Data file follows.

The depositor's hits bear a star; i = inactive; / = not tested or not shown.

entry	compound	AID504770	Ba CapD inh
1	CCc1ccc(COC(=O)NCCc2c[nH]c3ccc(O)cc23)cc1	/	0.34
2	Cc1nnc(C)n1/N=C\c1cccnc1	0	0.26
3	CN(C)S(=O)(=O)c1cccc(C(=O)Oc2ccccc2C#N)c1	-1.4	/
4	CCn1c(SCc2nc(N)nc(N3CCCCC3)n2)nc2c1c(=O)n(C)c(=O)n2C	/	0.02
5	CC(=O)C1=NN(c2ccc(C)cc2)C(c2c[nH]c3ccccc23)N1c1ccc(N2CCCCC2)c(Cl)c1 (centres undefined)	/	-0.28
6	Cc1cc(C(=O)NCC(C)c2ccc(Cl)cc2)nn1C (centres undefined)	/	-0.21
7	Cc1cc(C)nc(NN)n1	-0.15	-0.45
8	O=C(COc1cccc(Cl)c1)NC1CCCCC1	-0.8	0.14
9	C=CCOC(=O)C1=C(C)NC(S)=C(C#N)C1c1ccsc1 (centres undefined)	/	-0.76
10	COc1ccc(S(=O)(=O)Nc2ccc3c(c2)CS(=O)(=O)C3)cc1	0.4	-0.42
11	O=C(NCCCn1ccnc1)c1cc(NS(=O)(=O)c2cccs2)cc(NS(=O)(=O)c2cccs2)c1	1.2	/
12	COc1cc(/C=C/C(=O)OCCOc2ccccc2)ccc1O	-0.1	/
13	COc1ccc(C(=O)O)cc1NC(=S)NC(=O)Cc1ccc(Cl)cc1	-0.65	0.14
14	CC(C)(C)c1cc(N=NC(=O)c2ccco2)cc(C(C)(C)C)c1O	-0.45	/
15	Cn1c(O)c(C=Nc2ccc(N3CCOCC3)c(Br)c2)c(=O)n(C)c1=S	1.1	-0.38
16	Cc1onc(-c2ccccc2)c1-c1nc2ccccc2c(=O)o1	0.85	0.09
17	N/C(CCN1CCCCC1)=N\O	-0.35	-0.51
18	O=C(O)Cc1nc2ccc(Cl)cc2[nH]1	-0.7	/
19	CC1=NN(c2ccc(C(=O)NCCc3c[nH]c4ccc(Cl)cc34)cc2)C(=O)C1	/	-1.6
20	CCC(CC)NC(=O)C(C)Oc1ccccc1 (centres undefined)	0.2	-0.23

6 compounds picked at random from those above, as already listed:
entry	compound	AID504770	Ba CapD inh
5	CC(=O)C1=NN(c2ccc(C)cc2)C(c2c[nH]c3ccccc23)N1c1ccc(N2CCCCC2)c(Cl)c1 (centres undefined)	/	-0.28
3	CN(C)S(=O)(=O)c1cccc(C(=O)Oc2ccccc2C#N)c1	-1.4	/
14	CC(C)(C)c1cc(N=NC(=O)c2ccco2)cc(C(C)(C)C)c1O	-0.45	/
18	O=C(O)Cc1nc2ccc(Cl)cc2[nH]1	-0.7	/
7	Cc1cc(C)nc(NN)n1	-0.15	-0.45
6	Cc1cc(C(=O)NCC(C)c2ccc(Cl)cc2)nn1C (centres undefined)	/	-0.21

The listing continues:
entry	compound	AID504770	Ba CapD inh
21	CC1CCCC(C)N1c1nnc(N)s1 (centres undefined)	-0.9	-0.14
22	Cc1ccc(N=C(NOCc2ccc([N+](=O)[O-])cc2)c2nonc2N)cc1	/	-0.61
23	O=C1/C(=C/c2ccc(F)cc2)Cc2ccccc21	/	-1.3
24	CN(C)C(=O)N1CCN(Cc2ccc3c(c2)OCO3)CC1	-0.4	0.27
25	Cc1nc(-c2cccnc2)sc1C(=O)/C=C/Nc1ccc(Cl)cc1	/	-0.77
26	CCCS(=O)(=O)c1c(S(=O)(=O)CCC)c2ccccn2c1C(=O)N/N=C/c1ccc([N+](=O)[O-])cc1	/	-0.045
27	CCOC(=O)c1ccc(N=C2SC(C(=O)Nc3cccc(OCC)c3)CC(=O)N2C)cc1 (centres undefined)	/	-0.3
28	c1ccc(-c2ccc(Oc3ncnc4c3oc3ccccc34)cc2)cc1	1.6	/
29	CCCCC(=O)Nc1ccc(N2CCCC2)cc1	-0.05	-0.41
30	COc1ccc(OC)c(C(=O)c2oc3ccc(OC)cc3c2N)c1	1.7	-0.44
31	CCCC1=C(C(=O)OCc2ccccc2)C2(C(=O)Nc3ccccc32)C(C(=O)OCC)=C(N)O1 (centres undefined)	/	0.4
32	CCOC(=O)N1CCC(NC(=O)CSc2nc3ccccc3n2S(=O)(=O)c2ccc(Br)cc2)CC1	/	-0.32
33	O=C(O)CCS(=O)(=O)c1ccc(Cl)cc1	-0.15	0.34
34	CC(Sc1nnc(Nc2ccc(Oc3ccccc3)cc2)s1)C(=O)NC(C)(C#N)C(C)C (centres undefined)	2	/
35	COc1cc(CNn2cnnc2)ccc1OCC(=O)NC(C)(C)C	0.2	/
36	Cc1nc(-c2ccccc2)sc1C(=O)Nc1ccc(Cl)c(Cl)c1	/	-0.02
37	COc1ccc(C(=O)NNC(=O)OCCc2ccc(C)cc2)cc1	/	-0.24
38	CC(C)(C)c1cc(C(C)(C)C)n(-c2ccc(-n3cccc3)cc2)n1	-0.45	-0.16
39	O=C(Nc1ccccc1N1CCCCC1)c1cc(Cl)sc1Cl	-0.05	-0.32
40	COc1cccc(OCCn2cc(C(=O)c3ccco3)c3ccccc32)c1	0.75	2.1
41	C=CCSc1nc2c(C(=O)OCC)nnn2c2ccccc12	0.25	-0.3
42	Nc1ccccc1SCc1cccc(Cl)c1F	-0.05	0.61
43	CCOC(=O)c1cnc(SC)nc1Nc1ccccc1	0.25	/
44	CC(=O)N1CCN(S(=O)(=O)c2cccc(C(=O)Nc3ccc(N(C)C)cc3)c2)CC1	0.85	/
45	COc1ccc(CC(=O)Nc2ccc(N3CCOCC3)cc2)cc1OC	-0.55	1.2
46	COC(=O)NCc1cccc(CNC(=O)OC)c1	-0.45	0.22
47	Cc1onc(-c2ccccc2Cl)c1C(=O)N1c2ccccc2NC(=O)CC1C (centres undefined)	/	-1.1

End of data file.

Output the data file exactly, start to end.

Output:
The depositor's hits bear a star; i = inactive; / = not tested or not shown.

entry	compound	AID504770	Ba CapD inh
1	CCc1ccc(COC(=O)NCCc2c[nH]c3ccc(O)cc23)cc1	/	0.34
2	Cc1nnc(C)n1/N=C\c1cccnc1	0	0.26
3	CN(C)S(=O)(=O)c1cccc(C(=O)Oc2ccccc2C#N)c1	-1.4	/
4	CCn1c(SCc2nc(N)nc(N3CCCCC3)n2)nc2c1c(=O)n(C)c(=O)n2C	/	0.02
5	CC(=O)C1=NN(c2ccc(C)cc2)C(c2c[nH]c3ccccc23)N1c1ccc(N2CCCCC2)c(Cl)c1 (centres undefined)	/	-0.28
6	Cc1cc(C(=O)NCC(C)c2ccc(Cl)cc2)nn1C (centres undefined)	/	-0.21
7	Cc1cc(C)nc(NN)n1	-0.15	-0.45
8	O=C(COc1cccc(Cl)c1)NC1CCCCC1	-0.8	0.14
9	C=CCOC(=O)C1=C(C)NC(S)=C(C#N)C1c1ccsc1 (centres undefined)	/	-0.76
10	COc1ccc(S(=O)(=O)Nc2ccc3c(c2)CS(=O)(=O)C3)cc1	0.4	-0.42
11	O=C(NCCCn1ccnc1)c1cc(NS(=O)(=O)c2cccs2)cc(NS(=O)(=O)c2cccs2)c1	1.2	/
12	COc1cc(/C=C/C(=O)OCCOc2ccccc2)ccc1O	-0.1	/
13	COc1ccc(C(=O)O)cc1NC(=S)NC(=O)Cc1ccc(Cl)cc1	-0.65	0.14
14	CC(C)(C)c1cc(N=NC(=O)c2ccco2)cc(C(C)(C)C)c1O	-0.45	/
15	Cn1c(O)c(C=Nc2ccc(N3CCOCC3)c(Br)c2)c(=O)n(C)c1=S	1.1	-0.38
16	Cc1onc(-c2ccccc2)c1-c1nc2ccccc2c(=O)o1	0.85	0.09
17	N/C(CCN1CCCCC1)=N\O	-0.35	-0.51
18	O=C(O)Cc1nc2ccc(Cl)cc2[nH]1	-0.7	/
19	CC1=NN(c2ccc(C(=O)NCCc3c[nH]c4ccc(Cl)cc34)cc2)C(=O)C1	/	-1.6
20	CCC(CC)NC(=O)C(C)Oc1ccccc1 (centres undefined)	0.2	-0.23

6 compounds picked at random from those above, as already listed:
entry	compound	AID504770	Ba CapD inh
5	CC(=O)C1=NN(c2ccc(C)cc2)C(c2c[nH]c3ccccc23)N1c1ccc(N2CCCCC2)c(Cl)c1 (centres undefined)	/	-0.28
3	CN(C)S(=O)(=O)c1cccc(C(=O)Oc2ccccc2C#N)c1	-1.4	/
14	CC(C)(C)c1cc(N=NC(=O)c2ccco2)cc(C(C)(C)C)c1O	-0.45	/
18	O=C(O)Cc1nc2ccc(Cl)cc2[nH]1	-0.7	/
7	Cc1cc(C)nc(NN)n1	-0.15	-0.45
6	Cc1cc(C(=O)NCC(C)c2ccc(Cl)cc2)nn1C (centres undefined)	/	-0.21

The listing continues:
entry	compound	AID504770	Ba CapD inh
21	CC1CCCC(C)N1c1nnc(N)s1 (centres undefined)	-0.9	-0.14
22	Cc1ccc(N=C(NOCc2ccc([N+](=O)[O-])cc2)c2nonc2N)cc1	/	-0.61
23	O=C1/C(=C/c2ccc(F)cc2)Cc2ccccc21	/	-1.3
24	CN(C)C(=O)N1CCN(Cc2ccc3c(c2)OCO3)CC1	-0.4	0.27
25	Cc1nc(-c2cccnc2)sc1C(=O)/C=C/Nc1ccc(Cl)cc1	/	-0.77
26	CCCS(=O)(=O)c1c(S(=O)(=O)CCC)c2ccccn2c1C(=O)N/N=C/c1ccc([N+](=O)[O-])cc1	/	-0.045
27	CCOC(=O)c1ccc(N=C2SC(C(=O)Nc3cccc(OCC)c3)CC(=O)N2C)cc1 (centres undefined)	/	-0.3
28	c1ccc(-c2ccc(Oc3ncnc4c3oc3ccccc34)cc2)cc1	1.6	/
29	CCCCC(=O)Nc1ccc(N2CCCC2)cc1	-0.05	-0.41
30	COc1ccc(OC)c(C(=O)c2oc3ccc(OC)cc3c2N)c1	1.7	-0.44
31	CCCC1=C(C(=O)OCc2ccccc2)C2(C(=O)Nc3ccccc32)C(C(=O)OCC)=C(N)O1 (centres undefined)	/	0.4
32	CCOC(=O)N1CCC(NC(=O)CSc2nc3ccccc3n2S(=O)(=O)c2ccc(Br)cc2)CC1	/	-0.32
33	O=C(O)CCS(=O)(=O)c1ccc(Cl)cc1	-0.15	0.34
34	CC(Sc1nnc(Nc2ccc(Oc3ccccc3)cc2)s1)C(=O)NC(C)(C#N)C(C)C (centres undefined)	2	/
35	COc1cc(CNn2cnnc2)ccc1OCC(=O)NC(C)(C)C	0.2	/
36	Cc1nc(-c2ccccc2)sc1C(=O)Nc1ccc(Cl)c(Cl)c1	/	-0.02
37	COc1ccc(C(=O)NNC(=O)OCCc2ccc(C)cc2)cc1	/	-0.24
38	CC(C)(C)c1cc(C(C)(C)C)n(-c2ccc(-n3cccc3)cc2)n1	-0.45	-0.16
39	O=C(Nc1ccccc1N1CCCCC1)c1cc(Cl)sc1Cl	-0.05	-0.32
40	COc1cccc(OCCn2cc(C(=O)c3ccco3)c3ccccc32)c1	0.75	2.1
41	C=CCSc1nc2c(C(=O)OCC)nnn2c2ccccc12	0.25	-0.3
42	Nc1ccccc1SCc1cccc(Cl)c1F	-0.05	0.61
43	CCOC(=O)c1cnc(SC)nc1Nc1ccccc1	0.25	/
44	CC(=O)N1CCN(S(=O)(=O)c2cccc(C(=O)Nc3ccc(N(C)C)cc3)c2)CC1	0.85	/
45	COc1ccc(CC(=O)Nc2ccc(N3CCOCC3)cc2)cc1OC	-0.55	1.2
46	COC(=O)NCc1cccc(CNC(=O)OC)c1	-0.45	0.22
47	Cc1onc(-c2ccccc2Cl)c1C(=O)N1c2ccccc2NC(=O)CC1C (centres undefined)	/	-1.1